Security officials said Saturday that Islamist extremists attacked an army post and killed at least 13 soldiers watching the Algerian president's televised speech promising reforms. Two militants in the group were killed by soldiers at the post in Kabyle, some 130 kilometres east of Algiers. President Abdelaziz Bouteflika announced constitutional reforms Friday night "aimed at deepening the democratic process" amid upheavals in neighbouring North African countries. The speech was Mr. Bouteflika's first since the start of upheavals that have rocked authoritarian regimes in the Arab world since late last year. The president pledged to see through the legislative and constitutional changes "to strengthen democracy." Algeria's 1996 constitution was amended in 2009 to allow Mr. Bouteflika, who is 74, to seek a third term. He said he would ask a new constitutional panel of members of recognised political parties and experts in constitutional law to come up with proposals that would be submitted to parliament or a referendum.


Loud explosions rocked the besieged rebel-held Libyan city of Misrata where the death toll mounted on Saturday. The battle raged as a rights group charged Moammar Gadhafi's forces are using banned cluster bombs. The blasts were accompanied by bursts of gunfire heard coming from the city centre following NATO flyovers and possible air raids after a a lull in shelling and shooting. The US-based Human Rights Watch said its researchers reported the use of internationally banned cluster munitions against Misrata, the rebels' last major bastion in the west of Libya. Meanwhile, the Libyan state news agency JANA said Colonel Gadhafi's hometown of Sirte was targeted by NATO warplanes on Friday as rebels advanced to the outskirts of the city. And rebels in eastern Libya reinforced positions beyond the town of Ajdabiya on Saturday.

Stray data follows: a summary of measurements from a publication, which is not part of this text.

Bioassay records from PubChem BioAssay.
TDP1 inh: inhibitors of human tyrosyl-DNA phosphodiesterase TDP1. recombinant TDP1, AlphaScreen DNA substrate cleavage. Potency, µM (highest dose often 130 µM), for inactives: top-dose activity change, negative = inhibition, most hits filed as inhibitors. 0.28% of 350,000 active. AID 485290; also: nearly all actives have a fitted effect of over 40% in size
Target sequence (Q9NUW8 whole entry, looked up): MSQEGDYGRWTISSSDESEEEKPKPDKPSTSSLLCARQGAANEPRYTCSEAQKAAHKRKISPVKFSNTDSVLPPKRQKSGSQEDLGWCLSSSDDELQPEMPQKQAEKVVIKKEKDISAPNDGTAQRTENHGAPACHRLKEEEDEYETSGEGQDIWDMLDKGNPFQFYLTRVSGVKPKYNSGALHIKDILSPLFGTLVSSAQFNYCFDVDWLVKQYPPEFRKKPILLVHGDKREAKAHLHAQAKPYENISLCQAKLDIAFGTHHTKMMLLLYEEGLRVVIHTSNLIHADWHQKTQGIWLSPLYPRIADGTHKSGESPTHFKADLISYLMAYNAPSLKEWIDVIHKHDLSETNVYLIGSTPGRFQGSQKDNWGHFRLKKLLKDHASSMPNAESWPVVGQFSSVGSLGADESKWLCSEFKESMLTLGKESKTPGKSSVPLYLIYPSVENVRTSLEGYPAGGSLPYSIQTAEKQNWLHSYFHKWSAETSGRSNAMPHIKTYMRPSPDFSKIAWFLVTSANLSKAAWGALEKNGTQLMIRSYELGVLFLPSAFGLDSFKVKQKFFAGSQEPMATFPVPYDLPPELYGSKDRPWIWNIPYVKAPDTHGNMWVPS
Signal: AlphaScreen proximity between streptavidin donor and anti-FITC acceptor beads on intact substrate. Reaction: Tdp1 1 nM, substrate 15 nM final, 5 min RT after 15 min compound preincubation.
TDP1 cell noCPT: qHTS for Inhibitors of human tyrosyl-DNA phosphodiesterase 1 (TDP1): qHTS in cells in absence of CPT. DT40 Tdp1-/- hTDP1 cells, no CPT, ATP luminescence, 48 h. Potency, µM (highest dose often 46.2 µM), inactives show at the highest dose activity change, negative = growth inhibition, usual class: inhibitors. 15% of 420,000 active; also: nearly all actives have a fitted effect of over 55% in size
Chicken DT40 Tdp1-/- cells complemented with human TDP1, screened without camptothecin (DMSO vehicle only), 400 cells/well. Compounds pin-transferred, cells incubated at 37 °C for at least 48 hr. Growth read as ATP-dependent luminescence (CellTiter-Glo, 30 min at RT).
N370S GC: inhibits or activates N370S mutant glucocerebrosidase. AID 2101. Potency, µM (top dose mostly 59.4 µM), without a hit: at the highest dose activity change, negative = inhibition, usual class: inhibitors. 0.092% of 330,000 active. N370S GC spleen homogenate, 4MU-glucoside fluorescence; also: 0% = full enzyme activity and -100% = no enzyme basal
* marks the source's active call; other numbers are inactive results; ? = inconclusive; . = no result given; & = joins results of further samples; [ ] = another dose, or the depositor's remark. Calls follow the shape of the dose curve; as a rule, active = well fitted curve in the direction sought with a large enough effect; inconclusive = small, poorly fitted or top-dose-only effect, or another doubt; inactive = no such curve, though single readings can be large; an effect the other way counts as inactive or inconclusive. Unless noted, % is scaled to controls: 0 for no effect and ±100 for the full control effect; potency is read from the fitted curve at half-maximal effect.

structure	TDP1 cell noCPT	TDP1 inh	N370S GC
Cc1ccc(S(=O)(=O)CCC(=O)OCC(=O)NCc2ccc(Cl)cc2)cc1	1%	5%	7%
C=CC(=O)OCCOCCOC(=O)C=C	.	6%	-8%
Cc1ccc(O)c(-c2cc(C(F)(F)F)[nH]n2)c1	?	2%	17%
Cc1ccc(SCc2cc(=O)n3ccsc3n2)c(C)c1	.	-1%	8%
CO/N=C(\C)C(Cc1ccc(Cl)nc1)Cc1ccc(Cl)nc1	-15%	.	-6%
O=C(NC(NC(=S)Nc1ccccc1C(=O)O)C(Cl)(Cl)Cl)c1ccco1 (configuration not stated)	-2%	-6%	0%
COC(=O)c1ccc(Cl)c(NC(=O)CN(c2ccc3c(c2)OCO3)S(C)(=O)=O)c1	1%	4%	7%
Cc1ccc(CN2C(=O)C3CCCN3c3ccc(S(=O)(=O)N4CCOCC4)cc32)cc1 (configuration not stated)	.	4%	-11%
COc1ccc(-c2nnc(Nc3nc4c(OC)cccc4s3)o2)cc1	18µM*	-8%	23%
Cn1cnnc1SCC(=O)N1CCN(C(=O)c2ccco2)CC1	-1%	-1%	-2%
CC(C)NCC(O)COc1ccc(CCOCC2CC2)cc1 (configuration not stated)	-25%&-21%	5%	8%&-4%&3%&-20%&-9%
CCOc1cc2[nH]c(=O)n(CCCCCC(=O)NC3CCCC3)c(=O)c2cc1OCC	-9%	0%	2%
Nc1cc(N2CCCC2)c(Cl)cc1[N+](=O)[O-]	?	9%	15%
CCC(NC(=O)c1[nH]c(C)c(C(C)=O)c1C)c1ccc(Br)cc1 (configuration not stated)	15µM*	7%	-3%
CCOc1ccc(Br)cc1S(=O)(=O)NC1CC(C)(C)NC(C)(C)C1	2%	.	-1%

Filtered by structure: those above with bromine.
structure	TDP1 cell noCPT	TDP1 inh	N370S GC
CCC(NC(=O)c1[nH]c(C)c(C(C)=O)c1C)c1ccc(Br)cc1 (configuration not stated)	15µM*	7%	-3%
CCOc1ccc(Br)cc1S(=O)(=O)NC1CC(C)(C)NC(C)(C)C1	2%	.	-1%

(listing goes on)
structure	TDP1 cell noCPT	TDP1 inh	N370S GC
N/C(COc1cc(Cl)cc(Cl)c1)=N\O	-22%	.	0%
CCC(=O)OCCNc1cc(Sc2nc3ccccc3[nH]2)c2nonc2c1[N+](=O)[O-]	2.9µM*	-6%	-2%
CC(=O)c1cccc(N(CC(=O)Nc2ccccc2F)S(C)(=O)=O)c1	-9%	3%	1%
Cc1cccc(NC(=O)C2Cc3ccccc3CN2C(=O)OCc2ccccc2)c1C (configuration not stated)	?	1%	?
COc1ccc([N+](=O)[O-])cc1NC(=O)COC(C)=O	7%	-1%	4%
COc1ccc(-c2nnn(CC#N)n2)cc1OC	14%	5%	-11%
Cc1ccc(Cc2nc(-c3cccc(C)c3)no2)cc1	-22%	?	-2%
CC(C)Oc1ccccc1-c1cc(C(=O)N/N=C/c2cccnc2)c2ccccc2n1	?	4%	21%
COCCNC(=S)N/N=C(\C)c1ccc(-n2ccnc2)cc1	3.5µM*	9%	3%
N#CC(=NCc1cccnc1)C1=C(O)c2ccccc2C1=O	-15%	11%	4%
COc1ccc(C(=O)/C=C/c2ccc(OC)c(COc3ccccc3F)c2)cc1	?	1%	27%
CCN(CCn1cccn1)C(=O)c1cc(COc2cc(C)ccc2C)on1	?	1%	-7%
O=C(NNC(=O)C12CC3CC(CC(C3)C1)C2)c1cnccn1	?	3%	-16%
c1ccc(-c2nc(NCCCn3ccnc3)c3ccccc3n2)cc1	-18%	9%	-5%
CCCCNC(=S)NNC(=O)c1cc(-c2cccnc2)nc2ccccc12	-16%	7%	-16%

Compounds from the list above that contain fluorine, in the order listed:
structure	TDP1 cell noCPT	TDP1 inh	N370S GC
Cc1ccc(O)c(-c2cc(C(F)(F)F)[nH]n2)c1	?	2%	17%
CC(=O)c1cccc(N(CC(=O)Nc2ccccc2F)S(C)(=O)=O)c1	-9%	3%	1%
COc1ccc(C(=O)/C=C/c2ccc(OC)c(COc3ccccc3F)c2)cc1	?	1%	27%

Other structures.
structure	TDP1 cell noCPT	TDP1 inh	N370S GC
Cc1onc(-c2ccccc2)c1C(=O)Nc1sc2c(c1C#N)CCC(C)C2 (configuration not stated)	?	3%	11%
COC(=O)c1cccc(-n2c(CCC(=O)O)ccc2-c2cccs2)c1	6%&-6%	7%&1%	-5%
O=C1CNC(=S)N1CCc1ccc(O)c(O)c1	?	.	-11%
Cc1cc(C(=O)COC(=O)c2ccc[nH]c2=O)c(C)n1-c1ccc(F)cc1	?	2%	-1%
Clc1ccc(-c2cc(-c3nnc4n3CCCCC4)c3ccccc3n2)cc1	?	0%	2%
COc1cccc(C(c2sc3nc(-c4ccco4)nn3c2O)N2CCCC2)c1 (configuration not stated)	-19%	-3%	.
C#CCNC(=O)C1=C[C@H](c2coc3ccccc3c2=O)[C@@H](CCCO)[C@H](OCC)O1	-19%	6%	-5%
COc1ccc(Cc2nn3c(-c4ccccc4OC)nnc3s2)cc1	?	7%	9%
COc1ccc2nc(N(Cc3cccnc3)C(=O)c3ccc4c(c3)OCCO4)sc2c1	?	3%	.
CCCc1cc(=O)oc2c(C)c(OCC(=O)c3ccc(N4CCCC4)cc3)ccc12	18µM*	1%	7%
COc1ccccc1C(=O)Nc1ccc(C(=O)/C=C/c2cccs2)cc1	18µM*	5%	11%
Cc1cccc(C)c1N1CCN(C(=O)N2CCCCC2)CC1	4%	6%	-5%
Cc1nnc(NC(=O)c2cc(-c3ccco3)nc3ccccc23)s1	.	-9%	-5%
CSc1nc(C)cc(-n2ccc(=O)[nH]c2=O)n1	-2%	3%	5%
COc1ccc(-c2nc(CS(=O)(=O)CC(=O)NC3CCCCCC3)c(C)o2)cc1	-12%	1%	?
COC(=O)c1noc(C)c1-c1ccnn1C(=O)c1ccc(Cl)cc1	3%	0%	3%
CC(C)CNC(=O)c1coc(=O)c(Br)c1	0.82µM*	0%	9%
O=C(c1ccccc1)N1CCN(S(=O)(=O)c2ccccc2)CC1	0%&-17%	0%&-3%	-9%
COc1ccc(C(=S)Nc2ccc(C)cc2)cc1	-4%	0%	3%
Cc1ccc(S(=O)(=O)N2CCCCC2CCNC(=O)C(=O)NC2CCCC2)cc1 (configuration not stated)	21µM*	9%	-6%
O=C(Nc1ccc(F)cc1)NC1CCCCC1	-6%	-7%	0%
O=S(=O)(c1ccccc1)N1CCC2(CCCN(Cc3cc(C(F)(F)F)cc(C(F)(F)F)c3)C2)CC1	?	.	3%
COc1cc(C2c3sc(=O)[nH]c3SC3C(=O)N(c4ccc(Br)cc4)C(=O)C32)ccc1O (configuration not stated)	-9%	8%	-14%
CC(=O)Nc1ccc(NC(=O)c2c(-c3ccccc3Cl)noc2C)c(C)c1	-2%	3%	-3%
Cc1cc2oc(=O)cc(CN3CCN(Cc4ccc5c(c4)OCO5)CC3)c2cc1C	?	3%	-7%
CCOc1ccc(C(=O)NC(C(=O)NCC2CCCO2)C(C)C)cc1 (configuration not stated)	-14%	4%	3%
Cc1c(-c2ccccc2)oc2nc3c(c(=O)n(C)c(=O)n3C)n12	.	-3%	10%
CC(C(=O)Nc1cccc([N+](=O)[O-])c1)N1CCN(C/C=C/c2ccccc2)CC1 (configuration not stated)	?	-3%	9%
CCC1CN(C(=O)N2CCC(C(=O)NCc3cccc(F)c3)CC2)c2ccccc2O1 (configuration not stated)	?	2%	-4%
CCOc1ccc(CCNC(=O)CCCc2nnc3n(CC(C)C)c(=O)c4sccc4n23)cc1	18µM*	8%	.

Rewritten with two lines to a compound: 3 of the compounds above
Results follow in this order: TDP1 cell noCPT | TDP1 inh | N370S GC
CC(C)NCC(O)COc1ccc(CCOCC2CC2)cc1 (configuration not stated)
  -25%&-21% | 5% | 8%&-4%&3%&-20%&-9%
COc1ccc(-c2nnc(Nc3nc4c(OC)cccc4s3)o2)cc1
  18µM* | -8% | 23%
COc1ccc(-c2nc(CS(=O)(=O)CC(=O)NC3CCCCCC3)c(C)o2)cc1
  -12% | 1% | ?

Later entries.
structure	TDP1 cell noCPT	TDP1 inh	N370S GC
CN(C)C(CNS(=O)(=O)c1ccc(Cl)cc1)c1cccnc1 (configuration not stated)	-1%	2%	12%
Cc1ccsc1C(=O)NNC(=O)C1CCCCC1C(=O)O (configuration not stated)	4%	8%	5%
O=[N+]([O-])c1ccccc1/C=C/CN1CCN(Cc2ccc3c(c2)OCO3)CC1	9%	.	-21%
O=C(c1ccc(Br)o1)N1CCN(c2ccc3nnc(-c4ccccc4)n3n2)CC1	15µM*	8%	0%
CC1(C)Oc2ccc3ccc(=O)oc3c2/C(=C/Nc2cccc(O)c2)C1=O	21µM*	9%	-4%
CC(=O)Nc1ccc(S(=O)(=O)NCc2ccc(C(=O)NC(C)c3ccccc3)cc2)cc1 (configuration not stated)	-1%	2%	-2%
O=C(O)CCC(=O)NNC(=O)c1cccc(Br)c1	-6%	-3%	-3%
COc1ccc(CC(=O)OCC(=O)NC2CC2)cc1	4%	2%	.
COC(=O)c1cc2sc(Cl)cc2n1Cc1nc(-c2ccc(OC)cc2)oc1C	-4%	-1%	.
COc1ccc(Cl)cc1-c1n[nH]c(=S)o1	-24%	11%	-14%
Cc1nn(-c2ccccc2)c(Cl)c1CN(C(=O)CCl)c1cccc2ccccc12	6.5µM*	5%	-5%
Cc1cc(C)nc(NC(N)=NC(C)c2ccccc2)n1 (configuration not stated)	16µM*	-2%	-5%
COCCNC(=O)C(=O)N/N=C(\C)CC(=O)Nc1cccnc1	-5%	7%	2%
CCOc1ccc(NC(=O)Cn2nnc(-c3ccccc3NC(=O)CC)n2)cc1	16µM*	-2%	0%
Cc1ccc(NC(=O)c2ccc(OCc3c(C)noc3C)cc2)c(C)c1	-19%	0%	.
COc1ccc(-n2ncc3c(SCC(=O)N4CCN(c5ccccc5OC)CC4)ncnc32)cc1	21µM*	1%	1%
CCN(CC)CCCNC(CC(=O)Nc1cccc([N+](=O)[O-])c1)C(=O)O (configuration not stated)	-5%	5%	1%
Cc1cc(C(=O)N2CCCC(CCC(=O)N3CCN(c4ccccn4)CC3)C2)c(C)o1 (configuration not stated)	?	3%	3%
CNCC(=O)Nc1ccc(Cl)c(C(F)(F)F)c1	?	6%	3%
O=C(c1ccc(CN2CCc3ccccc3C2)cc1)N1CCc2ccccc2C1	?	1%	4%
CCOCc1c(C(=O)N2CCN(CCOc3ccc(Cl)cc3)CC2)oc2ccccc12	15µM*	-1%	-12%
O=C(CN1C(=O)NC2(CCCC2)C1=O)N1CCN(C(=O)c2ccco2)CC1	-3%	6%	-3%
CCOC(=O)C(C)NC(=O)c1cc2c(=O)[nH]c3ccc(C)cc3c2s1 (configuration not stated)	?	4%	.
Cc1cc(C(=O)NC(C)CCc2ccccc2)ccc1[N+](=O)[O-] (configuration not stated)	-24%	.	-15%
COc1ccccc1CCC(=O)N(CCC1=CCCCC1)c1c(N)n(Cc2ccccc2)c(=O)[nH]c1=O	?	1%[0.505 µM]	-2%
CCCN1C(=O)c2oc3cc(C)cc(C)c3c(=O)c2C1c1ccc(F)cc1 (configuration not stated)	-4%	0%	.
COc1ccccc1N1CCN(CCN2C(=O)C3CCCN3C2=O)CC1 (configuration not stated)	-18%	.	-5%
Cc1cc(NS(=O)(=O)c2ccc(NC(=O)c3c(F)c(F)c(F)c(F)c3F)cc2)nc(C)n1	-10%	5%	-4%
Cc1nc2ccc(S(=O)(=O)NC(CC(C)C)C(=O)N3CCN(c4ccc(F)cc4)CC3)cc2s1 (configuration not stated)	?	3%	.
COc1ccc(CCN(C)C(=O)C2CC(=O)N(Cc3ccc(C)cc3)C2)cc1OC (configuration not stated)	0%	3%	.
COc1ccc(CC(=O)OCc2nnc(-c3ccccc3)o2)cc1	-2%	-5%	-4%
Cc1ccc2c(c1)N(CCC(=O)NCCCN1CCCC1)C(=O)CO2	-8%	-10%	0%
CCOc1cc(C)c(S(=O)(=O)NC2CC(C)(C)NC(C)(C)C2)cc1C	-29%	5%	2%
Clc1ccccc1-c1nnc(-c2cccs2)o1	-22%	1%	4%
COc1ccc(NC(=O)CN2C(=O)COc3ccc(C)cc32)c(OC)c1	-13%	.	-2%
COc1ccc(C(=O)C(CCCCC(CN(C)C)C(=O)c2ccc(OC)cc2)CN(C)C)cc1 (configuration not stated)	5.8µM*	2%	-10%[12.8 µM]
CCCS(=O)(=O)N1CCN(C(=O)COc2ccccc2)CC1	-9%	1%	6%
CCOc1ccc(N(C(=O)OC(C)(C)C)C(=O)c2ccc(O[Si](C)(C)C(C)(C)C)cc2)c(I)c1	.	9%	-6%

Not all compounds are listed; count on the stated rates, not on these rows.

Security officials said Saturday Jordanian security forces had arrested 70 Islamists after violent protests in which many people were hurt, most of them policemen. The suspects were members of the ultra-conservative Sunni Muslim Salafist movement. They were rounded up during raids Friday in the town of Zarqa and nearby Rassifeh, hours after Islamist protesters attacked police. A member of the Salafist movement meanwhile said that 22 prominent figures of the Islamist group, including its chief in Jordan, Abdul Shahatah al-Tahawi, were among those detained. More than 90 people, most of them policemen, were hurt Friday when Islamist Salafist demonstrators armed with swords, daggers and clubs attacked police in Zarqa during protests.


Police and army soldiers have launched a manhunt in India's restive northeast a day after suspected insurgents ambushed a lawmaker's convoy, killing six police and a civilian driver. W. Keishing, an independent lawmaker from Manipur state, escaped unhurt from Friday's roadside attack on the outskirts of Imphal, the capital of Manipur state. A police official in Imphal said Saturday that no one had claimed responsibility for the attack, but troops were scouring the area. Another six police in escort vehicles were wounded in the attack. At least 17 separatist rebel groups are active in Manipur state.


Thousands demonstrated Saturday against President Ali Abdullah Saleh after he criticized the participation of women in anti-government protests on Friday. Mr. Saleh said in a speech that the mingling of men and women at "Change Square," where daily anti-government protests take place in the capital, was against Islamic law. On Saturday, demonstrators countered that his comments were an insult to women and the people of Yemen as a whole. Thousands of women marched in the capital, Sanaa, and several other cities to denounce the comments. The revolutionary youth who have been behind the two months of anti-government protests urged the people to come out to the streets in millions on Sunday for a day of "honour and dignity."